All of your points are very interesting, and it has been at the front of my thoughts for a few weeks, as I am writing a novelisation for my new chapter, based around the 34th Millennium.
Firstly, void relay networks and hive cities. I would assume certain primary hive cities on a hive world would have access to some form of shielding from orbital bombardment, and could withstand a certain level of ordnance from surface weaponry. However, how would these shields operate? The central thermal core of a hive city supplies power to the rest of the hive, so a shield network covering the immense size of a hive city ( even a moderate-sized one with a population between 1 and 3 billion) would be a massive drain on resources during a major siege.
Secondly, infiltrators. Say a chaos horde attempts an invasion of a hive city, but cannot rely on hundreds of millions of soldiers or daemons to do it. How would they break through? Could it have been planned for some time? Grow a cult in the underhive, get people of influence within its ranks, and when the time comes sabotage structural weak-points, like cannon emplacements, shield generators, food stores and the like. How would they sabotage them? render them useless, or direct detonation of armouries?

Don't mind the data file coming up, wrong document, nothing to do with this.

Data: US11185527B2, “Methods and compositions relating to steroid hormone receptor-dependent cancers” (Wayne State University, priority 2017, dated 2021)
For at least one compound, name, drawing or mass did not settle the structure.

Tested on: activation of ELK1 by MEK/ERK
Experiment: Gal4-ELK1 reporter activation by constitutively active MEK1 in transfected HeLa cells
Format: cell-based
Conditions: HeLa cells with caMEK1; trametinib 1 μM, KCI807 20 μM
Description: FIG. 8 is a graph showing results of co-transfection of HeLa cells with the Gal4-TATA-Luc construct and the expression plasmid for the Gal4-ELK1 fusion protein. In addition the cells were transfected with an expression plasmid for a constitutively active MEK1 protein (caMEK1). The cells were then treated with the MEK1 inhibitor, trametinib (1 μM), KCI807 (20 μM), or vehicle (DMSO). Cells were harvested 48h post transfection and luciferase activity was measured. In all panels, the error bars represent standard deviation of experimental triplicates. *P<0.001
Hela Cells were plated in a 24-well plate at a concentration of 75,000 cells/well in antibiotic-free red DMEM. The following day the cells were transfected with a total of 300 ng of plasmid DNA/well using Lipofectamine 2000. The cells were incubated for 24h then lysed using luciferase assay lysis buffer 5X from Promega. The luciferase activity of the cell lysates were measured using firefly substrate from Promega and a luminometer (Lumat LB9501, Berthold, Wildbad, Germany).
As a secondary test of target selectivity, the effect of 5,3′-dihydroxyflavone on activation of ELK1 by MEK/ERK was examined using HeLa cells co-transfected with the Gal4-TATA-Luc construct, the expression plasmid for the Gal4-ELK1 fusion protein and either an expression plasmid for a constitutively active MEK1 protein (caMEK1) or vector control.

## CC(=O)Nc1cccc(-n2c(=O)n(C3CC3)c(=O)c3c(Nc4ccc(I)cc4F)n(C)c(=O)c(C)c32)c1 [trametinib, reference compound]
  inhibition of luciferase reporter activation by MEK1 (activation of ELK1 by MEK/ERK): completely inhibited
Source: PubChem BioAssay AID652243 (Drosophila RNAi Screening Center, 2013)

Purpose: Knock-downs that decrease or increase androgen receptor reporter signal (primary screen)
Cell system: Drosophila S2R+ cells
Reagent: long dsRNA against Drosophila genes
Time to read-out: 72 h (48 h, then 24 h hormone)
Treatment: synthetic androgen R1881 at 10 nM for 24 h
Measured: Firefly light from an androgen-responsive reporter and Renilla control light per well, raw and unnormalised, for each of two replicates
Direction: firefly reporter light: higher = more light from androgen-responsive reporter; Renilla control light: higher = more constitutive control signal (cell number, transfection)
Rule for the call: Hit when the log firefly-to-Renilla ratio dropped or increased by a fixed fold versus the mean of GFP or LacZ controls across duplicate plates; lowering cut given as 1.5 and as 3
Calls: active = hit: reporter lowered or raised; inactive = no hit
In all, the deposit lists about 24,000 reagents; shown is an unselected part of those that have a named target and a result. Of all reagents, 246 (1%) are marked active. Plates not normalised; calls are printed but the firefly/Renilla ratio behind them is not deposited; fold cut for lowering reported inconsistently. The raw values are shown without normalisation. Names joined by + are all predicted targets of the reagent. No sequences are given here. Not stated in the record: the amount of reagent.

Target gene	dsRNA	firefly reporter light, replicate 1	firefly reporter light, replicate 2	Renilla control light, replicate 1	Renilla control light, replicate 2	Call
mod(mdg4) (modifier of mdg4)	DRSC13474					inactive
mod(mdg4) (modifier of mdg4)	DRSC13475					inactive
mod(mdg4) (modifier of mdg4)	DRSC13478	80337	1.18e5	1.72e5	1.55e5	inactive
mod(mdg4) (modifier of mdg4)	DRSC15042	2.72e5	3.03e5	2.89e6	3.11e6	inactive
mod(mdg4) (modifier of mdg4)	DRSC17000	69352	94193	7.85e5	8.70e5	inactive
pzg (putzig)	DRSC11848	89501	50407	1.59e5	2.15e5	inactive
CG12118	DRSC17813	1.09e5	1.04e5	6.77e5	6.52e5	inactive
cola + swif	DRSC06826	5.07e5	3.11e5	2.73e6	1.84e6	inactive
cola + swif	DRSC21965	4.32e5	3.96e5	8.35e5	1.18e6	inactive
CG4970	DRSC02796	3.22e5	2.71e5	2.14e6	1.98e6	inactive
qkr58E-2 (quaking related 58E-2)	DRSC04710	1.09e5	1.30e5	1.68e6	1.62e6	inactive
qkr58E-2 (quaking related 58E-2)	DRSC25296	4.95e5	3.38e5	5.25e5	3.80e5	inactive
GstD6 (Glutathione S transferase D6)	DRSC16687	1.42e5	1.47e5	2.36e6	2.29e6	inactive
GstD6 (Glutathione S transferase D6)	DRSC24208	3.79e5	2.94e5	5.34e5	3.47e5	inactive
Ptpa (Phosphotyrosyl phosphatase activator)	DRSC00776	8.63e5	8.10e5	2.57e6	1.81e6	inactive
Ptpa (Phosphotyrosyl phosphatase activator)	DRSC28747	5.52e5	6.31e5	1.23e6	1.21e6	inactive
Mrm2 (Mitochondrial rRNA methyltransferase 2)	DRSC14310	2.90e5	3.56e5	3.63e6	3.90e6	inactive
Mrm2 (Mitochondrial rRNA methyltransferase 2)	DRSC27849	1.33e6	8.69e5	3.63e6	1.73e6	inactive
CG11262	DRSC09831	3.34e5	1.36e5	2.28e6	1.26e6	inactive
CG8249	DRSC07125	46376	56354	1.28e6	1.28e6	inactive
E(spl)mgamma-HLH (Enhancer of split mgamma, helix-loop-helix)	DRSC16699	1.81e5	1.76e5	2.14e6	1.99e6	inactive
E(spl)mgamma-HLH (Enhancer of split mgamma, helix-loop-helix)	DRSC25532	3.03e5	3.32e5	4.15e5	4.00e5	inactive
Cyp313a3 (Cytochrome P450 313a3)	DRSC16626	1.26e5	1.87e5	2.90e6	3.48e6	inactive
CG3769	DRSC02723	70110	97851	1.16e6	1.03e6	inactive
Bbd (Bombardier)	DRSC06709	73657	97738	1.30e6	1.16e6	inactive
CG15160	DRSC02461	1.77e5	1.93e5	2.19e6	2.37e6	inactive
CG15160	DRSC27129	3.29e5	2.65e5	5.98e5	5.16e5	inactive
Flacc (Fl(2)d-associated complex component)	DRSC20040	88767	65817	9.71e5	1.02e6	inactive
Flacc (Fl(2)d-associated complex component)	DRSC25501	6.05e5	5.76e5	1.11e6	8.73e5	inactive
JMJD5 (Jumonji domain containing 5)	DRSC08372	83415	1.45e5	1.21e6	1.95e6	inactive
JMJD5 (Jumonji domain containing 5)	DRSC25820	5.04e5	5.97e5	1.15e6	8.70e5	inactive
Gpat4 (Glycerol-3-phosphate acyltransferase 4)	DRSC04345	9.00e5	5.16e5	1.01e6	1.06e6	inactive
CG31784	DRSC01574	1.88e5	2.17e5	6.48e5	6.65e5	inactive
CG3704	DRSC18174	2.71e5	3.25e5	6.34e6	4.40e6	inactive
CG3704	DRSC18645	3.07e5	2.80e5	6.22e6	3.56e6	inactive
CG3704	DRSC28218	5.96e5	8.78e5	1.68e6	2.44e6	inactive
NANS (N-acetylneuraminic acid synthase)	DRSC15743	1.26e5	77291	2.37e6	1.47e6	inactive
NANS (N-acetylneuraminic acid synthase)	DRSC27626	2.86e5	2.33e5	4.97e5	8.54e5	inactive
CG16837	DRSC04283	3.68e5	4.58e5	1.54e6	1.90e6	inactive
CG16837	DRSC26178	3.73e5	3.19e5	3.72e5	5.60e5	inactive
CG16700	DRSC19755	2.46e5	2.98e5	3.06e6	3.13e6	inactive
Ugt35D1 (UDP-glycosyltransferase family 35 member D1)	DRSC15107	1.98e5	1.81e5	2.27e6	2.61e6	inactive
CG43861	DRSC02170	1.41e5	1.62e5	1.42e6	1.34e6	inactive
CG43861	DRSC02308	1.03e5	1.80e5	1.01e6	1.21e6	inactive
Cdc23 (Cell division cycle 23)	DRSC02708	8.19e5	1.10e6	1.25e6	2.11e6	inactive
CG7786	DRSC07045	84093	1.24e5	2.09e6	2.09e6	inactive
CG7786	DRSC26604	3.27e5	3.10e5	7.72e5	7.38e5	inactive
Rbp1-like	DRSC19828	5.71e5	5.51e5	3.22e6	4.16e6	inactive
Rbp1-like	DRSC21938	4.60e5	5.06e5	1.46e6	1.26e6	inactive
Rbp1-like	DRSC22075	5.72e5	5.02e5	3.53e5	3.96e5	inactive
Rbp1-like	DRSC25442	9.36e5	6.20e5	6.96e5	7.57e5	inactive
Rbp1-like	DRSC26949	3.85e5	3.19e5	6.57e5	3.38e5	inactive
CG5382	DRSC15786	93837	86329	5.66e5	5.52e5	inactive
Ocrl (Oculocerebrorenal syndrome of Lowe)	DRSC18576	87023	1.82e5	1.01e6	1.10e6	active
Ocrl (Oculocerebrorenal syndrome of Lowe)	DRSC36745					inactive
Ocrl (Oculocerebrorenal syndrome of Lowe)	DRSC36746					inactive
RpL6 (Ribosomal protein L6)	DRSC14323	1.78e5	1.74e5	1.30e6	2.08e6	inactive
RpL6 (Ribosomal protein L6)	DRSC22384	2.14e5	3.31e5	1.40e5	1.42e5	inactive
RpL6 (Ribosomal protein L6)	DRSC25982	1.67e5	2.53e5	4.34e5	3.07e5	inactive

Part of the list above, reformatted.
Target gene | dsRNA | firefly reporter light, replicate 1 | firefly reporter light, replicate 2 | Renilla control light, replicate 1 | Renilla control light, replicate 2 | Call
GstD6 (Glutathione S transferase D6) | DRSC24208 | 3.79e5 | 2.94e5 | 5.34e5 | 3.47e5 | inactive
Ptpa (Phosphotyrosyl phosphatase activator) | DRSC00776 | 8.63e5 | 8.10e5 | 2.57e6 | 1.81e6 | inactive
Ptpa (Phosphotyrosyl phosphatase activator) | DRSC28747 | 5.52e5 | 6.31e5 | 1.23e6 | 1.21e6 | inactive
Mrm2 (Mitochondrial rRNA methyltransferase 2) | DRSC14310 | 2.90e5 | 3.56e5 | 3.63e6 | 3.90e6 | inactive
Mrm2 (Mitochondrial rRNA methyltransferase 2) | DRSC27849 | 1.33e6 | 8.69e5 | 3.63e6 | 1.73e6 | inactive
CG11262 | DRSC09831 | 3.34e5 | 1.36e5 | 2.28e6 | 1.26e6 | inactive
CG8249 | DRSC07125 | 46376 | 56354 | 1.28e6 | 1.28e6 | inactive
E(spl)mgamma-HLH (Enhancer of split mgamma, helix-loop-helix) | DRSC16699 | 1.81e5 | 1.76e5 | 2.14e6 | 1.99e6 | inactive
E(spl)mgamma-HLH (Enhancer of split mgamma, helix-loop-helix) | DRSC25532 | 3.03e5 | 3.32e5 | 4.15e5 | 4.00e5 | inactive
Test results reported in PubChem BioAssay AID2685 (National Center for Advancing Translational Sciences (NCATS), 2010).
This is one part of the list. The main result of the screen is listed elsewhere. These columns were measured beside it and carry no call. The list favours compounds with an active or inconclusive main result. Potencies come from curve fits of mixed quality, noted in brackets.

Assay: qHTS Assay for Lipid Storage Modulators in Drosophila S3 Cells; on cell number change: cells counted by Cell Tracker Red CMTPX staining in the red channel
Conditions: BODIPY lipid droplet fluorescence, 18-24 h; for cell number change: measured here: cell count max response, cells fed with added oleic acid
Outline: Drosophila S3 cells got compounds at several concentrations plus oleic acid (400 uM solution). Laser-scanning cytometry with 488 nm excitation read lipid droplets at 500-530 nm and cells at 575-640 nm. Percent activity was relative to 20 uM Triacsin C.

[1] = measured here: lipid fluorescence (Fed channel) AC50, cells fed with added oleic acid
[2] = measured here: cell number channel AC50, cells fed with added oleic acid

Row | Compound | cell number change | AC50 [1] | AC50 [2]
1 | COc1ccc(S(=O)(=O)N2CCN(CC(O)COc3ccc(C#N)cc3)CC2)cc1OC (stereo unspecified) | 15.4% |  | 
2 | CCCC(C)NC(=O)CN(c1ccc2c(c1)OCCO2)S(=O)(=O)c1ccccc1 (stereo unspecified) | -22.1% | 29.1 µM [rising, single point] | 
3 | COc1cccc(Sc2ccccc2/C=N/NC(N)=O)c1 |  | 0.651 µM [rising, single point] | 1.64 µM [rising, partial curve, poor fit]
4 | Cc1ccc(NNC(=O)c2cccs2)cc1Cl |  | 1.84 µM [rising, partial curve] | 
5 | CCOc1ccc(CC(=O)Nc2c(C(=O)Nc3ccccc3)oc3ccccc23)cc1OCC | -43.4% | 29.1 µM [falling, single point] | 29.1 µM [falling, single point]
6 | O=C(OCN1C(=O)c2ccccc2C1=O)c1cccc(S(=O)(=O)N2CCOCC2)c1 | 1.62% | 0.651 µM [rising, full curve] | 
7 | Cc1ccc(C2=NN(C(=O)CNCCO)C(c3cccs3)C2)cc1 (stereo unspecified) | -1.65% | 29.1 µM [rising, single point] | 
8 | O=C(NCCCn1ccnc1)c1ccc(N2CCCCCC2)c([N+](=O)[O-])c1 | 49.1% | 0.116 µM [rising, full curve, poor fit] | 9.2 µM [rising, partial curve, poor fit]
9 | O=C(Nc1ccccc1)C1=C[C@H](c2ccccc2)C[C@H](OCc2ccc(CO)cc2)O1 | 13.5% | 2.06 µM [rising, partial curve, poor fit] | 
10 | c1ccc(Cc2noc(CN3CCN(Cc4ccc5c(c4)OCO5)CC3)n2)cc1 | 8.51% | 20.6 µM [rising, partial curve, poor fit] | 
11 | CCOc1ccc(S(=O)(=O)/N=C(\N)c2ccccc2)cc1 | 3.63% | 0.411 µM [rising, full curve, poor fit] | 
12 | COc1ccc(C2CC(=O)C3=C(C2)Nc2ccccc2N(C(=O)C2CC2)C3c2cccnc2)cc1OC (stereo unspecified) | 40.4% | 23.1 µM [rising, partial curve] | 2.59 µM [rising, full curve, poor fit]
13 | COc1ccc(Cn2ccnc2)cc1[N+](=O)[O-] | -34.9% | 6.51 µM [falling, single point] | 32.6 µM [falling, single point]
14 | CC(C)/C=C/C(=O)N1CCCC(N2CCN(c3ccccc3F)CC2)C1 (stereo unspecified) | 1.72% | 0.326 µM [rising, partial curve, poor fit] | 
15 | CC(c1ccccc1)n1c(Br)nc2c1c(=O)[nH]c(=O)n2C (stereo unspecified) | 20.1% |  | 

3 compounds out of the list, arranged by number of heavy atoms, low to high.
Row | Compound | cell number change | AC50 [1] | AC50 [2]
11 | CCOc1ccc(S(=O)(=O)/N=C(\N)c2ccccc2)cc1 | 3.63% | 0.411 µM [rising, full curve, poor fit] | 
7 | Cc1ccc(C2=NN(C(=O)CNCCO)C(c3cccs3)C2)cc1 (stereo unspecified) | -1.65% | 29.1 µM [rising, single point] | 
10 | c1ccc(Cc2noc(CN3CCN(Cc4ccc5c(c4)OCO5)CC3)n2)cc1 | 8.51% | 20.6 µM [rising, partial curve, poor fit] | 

Thirdly, if they did sabotage such key weak points, what would the impact be? I would expect the detonation within an armoury would be cataclysmic, especially near a macrocannon emplacement. The tonnage of explosives meant to defend against capital class ships would core entire neighbourhoods, and bring spires down around them. What disorder would follow? Could major gates be forced open by agents of Chaos from within?
Finally, multiple level- assault. could this be done by jump troops breaching a hole in the defence network? Berserkers forcing a hole through, massed firepower through a small gap in the defences? Again, it depends on the city, its defences and how it responds to such an invasion. Would it be better to strike at the spires first and work your way down, or form en masse at the gates and punch through the walls with high-calibre weapons. Again, the best way to consider it would be similar to the War for Stalingrad in terms of real warfare.
I would read through the Iron Warriors story regarding the siege of the Shardenhold- a city built upside-down in a cave system by a warsmith loyal to the Emperor. The way he defends it is quite something, I would definitely read it.
The writers of the Siege of Terra have been doing excellent work approaching some of these questions, but I guess with all written lore it is best to focus on the micro-level, then expand to the macro size. Work out what the target is, the end result, and then marry the two together according to the major hitters and the sizes of forces present.
Well that's my two cents anyways